A supporter of senate hopeful Beto O’Rourke holds a sign during a Democratic watch party following the Texas primary election, Tuesday, March 6, 2018, in Austin, Texas. (AP Photo/Eric Gay)
The 2019 primary season is off to a roaring start. The declared Democrat candidates are Sen. Elizabeth Warren (D-Cherokee Nation/Cherokee Tribe), Sen. Kamala Harris (D-Willie Brown’s, uh, whatever), Sen. Cory Booker (D-Spartacus), Sen. Kirsten Gillibrand (D-NY), Former San Antonio mayor and HUD Secretary Julián Castro, Rep. Tulsi Gabbard (D-HI), Former Rep. John Delaney (no, please, no), Mayor Pete Buttigieg (if he was serious he’d have changed his last name by now), Andrew Yang, and Marianne Williamson. The people who might jump into the race include former Vice President Joe Biden, Sen. Bernie Sanders (I-VT), Sen. Sherrod Brown (D-OH), Sen. Amy Klobuchar (D-MN), Sen. Jeff Merkley (D-OR), Sen. Michael Bennet (D-CO), Washington Gov. Jay Inslee, Montana Gov. Steve Bullock, former Virginia Gov. Terry McAuliffe, former Colorado Gov. John Hickenlooper, Michael Bloomberg, Eric Holder, Tom Steyer and, of course, Robert Francis “Beto” O’Rourke.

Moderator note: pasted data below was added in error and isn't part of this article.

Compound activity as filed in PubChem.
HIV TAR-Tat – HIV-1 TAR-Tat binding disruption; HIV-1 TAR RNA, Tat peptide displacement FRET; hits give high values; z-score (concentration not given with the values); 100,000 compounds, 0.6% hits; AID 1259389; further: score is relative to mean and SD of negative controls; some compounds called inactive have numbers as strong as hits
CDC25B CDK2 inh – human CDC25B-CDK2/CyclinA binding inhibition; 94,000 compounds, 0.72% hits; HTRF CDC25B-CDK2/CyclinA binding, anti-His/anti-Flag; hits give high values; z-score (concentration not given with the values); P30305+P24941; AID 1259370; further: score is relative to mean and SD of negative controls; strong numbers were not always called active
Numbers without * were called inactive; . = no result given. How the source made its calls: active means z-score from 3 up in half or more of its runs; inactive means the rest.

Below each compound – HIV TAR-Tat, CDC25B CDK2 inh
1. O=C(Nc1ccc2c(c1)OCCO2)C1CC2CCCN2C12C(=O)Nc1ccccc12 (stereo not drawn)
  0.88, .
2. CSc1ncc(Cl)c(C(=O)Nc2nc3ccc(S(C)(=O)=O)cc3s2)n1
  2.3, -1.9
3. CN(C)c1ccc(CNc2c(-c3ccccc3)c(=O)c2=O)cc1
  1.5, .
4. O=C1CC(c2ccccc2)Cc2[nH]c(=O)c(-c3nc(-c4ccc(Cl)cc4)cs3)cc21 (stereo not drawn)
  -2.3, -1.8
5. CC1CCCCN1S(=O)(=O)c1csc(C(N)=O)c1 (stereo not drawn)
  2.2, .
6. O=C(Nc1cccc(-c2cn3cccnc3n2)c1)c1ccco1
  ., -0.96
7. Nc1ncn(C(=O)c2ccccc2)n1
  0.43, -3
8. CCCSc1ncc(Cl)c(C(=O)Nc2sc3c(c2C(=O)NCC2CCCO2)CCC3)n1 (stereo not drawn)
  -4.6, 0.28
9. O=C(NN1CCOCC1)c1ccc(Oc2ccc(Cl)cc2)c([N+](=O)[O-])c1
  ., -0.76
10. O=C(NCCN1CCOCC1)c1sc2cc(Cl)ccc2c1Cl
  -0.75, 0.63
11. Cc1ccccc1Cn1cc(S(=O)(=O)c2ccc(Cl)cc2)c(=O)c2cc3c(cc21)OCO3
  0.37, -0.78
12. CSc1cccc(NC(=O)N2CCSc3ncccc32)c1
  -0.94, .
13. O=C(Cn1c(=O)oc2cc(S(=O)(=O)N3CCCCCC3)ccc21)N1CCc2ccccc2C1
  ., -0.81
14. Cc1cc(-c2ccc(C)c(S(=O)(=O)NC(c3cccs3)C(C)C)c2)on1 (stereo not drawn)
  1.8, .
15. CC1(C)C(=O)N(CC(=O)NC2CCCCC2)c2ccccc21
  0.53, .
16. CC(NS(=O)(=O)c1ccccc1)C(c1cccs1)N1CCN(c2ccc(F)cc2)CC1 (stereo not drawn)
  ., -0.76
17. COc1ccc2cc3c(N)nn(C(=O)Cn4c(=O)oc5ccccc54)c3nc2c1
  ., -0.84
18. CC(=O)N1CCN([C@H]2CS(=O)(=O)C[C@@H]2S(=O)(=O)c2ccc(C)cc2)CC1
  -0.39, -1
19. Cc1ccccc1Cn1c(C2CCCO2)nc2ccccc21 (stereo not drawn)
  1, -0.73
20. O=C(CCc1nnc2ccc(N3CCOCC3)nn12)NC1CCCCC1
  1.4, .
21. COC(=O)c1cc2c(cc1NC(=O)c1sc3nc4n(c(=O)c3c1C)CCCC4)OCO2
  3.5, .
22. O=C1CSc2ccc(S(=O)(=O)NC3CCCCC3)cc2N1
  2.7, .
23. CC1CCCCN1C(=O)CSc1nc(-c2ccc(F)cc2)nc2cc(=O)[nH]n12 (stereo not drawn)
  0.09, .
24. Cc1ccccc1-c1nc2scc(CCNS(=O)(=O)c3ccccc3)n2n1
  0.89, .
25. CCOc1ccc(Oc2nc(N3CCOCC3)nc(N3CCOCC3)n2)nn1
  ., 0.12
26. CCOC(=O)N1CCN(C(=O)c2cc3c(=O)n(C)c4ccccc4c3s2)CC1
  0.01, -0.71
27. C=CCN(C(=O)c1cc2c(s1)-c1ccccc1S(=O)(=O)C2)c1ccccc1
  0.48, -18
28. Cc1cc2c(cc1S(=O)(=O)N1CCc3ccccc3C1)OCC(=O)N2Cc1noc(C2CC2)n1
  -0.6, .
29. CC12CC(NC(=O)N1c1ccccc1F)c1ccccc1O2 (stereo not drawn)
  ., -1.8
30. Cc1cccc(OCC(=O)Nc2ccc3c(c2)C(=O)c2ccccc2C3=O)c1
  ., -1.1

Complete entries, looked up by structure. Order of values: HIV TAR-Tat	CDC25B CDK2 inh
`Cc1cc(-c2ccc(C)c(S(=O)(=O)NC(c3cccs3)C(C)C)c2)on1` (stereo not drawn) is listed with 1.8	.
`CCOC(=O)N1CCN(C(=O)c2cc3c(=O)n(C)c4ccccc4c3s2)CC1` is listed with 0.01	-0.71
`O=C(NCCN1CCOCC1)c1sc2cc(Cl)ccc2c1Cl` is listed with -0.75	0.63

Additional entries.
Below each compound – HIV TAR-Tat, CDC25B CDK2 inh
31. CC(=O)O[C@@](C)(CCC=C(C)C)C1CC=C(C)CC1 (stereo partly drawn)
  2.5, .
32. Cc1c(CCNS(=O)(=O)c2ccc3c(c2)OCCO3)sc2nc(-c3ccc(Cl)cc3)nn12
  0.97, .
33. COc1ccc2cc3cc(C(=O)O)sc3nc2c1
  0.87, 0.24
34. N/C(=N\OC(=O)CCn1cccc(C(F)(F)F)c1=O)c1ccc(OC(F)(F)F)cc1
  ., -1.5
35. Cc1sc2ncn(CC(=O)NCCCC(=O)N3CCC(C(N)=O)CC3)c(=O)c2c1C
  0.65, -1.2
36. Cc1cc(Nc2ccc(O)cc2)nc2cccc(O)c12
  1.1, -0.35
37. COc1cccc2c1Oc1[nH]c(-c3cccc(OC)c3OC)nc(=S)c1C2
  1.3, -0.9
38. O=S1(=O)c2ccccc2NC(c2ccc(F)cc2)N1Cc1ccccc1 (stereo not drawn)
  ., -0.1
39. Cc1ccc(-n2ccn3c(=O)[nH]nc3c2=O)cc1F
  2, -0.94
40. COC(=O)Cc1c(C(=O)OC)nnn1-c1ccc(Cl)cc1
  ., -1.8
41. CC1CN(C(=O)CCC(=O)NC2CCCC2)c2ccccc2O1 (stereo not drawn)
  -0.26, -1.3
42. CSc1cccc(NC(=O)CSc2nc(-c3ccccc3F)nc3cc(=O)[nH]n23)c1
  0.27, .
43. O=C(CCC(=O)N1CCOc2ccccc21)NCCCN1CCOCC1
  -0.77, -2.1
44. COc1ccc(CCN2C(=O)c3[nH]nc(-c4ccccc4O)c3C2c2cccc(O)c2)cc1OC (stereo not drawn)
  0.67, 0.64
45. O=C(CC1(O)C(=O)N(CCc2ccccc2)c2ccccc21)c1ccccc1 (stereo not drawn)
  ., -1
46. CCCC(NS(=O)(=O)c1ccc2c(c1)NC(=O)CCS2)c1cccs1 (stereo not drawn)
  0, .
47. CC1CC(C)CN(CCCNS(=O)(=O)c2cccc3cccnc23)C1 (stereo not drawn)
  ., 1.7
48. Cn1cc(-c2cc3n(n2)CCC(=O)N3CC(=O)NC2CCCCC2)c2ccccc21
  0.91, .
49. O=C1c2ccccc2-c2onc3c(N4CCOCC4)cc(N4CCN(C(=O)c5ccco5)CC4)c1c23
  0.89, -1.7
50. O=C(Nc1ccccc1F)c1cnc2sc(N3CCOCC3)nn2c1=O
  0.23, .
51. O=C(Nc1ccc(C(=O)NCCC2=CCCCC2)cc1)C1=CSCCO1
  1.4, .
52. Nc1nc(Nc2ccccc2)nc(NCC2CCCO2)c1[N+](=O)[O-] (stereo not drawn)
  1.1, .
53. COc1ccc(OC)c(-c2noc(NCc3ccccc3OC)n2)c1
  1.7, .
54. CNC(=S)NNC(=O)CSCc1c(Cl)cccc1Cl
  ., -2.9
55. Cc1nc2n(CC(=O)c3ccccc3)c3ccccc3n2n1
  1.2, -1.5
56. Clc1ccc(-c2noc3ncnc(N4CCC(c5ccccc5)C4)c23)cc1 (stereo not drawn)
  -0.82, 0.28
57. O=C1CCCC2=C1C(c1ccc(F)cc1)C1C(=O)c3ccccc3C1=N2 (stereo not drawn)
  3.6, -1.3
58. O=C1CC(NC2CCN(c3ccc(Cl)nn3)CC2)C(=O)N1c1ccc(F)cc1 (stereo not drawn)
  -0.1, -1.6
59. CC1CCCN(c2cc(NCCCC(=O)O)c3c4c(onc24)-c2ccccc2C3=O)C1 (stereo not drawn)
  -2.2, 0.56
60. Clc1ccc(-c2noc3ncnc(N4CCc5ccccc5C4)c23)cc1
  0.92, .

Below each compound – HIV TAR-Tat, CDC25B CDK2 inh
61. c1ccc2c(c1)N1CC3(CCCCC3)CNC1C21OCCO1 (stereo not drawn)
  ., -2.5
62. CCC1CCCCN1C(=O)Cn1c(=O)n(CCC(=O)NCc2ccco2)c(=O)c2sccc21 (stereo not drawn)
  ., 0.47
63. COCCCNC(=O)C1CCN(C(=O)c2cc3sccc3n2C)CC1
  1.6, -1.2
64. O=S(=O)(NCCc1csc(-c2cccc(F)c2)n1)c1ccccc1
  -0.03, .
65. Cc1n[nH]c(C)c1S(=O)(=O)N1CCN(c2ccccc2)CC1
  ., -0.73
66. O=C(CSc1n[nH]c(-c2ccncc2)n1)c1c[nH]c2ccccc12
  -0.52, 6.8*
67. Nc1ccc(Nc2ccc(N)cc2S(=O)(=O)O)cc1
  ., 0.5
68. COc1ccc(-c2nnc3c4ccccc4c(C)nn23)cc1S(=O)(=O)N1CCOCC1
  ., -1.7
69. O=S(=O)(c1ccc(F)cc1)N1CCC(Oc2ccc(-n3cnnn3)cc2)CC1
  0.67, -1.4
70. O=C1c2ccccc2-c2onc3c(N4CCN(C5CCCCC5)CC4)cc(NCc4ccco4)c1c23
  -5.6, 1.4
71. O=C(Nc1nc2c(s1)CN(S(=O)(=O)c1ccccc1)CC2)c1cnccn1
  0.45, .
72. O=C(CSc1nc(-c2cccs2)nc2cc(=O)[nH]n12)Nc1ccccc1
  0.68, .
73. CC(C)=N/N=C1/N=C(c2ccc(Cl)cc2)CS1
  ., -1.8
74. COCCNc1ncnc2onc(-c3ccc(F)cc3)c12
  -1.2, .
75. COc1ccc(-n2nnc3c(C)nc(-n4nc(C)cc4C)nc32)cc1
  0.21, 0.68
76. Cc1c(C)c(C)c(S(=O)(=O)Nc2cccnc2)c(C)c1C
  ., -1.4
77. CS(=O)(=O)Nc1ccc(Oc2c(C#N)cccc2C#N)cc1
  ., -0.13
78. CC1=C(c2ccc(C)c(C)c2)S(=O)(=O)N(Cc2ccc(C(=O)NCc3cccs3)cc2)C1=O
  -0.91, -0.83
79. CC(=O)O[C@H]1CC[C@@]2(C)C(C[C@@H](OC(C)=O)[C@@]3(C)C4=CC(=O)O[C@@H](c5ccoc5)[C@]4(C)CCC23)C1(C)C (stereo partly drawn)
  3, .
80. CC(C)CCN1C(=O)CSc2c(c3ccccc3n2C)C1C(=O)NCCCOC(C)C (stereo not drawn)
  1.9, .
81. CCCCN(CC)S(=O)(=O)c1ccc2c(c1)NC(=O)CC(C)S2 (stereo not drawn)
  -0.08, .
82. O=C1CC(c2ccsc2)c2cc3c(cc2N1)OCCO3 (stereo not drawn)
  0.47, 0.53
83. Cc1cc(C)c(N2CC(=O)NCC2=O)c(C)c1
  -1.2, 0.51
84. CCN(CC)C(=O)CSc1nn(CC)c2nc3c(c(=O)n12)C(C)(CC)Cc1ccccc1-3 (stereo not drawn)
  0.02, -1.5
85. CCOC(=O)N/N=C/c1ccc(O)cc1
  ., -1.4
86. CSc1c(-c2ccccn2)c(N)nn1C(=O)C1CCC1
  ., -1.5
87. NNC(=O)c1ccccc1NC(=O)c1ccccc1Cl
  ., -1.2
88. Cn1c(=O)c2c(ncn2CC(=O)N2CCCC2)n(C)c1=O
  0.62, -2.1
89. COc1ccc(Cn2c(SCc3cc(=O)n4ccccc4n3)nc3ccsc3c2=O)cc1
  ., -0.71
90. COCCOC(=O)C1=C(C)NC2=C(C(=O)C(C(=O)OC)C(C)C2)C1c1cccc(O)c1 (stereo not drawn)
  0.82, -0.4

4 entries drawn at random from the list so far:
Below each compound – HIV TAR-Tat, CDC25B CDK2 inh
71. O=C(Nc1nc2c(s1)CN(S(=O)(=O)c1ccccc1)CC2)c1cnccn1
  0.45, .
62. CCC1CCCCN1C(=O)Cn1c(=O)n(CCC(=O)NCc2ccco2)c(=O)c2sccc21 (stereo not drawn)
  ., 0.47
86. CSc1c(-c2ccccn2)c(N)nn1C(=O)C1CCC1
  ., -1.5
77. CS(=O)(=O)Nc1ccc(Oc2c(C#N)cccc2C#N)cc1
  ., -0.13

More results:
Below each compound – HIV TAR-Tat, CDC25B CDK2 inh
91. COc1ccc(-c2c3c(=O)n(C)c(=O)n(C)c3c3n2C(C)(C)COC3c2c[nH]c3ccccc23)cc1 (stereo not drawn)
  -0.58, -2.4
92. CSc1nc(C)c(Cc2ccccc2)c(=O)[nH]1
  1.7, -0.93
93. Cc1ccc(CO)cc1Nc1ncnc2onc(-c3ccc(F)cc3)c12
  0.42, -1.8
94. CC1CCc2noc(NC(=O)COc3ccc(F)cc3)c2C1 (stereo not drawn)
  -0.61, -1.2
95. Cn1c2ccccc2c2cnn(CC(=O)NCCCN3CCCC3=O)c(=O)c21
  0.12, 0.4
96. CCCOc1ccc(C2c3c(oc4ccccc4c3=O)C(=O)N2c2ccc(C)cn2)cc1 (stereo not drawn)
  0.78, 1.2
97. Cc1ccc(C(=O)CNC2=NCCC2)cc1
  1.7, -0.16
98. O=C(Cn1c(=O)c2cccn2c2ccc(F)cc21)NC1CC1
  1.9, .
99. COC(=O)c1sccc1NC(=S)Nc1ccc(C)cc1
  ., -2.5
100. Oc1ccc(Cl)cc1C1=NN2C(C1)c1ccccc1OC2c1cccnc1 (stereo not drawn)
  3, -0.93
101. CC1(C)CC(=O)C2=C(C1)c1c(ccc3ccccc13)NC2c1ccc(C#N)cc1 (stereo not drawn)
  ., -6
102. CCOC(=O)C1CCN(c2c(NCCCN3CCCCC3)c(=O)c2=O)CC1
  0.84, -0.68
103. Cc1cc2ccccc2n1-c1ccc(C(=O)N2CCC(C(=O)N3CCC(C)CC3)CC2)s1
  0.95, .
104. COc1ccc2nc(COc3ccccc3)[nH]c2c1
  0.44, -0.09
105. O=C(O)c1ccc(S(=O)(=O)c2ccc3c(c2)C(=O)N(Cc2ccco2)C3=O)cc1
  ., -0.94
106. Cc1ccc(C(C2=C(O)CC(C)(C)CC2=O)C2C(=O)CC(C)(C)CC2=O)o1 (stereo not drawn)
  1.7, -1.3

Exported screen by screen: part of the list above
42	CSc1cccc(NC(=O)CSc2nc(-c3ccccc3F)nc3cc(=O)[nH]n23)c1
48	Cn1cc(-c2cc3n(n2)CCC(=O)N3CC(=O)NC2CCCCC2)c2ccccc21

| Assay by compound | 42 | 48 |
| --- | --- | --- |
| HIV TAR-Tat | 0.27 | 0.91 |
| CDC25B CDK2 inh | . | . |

For reasons that totally escape me, O’Rourke became a national sensation during the 2018 election based on the fantasy that he was going to beat Ted Cruz. In the process of losing, O’Rourke burned through $79 million. How a rich, politically connected guy who had a DUI arrest after he wrecked his car and ran from the cops and his father’s friends made the charges go away became a hero to progressives is worthy of a doctoral thesis by someone.
Even though O’Rourke hasn’t declared, there is a boomlet Draft Beto movement out there. One of those rallies was in Bakersfield, CA:
ABC News Bakersfield’s Noelle Lilley asked the event organizer, Stephanie Lancaster, why she wanted Beto to run for president in 2020.
“He’s new, he’s looking toward the future, and he is actively addressing our young adults,” Lancaster said.
In the background, the ABC News camera caught about a half dozen people.
O’Rourke may see himself as president but no one else does. His popularity was driven by the fact that he was running against a Republican regarded as Satan himself by progressives. Their belief that outside dollars, not Texas voters, would decide the outcome led to his fundraising bounty. When you are asking to be drafted and the best you can do is five or six people, you are deluding yourself.